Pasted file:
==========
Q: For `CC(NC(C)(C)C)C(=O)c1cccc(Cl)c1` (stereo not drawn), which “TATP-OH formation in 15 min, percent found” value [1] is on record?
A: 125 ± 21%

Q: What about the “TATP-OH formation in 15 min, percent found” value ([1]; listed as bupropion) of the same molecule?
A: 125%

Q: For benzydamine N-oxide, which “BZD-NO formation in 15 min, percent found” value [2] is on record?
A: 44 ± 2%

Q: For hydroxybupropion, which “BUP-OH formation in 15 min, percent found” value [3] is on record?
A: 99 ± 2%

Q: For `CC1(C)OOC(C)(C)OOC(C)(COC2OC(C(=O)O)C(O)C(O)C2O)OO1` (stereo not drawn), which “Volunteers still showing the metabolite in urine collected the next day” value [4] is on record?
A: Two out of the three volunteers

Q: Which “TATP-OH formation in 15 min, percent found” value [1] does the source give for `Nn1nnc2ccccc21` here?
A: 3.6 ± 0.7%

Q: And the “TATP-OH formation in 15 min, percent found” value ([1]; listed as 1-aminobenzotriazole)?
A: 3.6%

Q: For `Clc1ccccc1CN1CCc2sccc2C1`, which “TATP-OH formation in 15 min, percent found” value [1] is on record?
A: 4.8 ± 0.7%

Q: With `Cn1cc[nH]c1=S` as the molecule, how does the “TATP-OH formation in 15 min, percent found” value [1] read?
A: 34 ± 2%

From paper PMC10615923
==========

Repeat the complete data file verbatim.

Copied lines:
Q: For `CC(NC(C)(C)C)C(=O)c1cccc(Cl)c1` (stereo not drawn), which “TATP-OH formation in 15 min, percent found” value [1] is on record?
A: 125 ± 21%

Q: What about the “TATP-OH formation in 15 min, percent found” value ([1]; listed as bupropion) of the same molecule?
A: 125%

Q: For benzydamine N-oxide, which “BZD-NO formation in 15 min, percent found” value [2] is on record?
A: 44 ± 2%

Q: For hydroxybupropion, which “BUP-OH formation in 15 min, percent found” value [3] is on record?
A: 99 ± 2%

Q: For `CC1(C)OOC(C)(C)OOC(C)(COC2OC(C(=O)O)C(O)C(O)C2O)OO1` (stereo not drawn), which “Volunteers still showing the metabolite in urine collected the next day” value [4] is on record?
A: Two out of the three volunteers

Q: Which “TATP-OH formation in 15 min, percent found” value [1] does the source give for `Nn1nnc2ccccc21` here?
A: 3.6 ± 0.7%

Q: And the “TATP-OH formation in 15 min, percent found” value ([1]; listed as 1-aminobenzotriazole)?
A: 3.6%

Q: For `Clc1ccccc1CN1CCc2sccc2C1`, which “TATP-OH formation in 15 min, percent found” value [1] is on record?
A: 4.8 ± 0.7%

Q: With `Cn1cc[nH]c1=S` as the molecule, how does the “TATP-OH formation in 15 min, percent found” value [1] read?
A: 34 ± 2%

From paper PMC10615923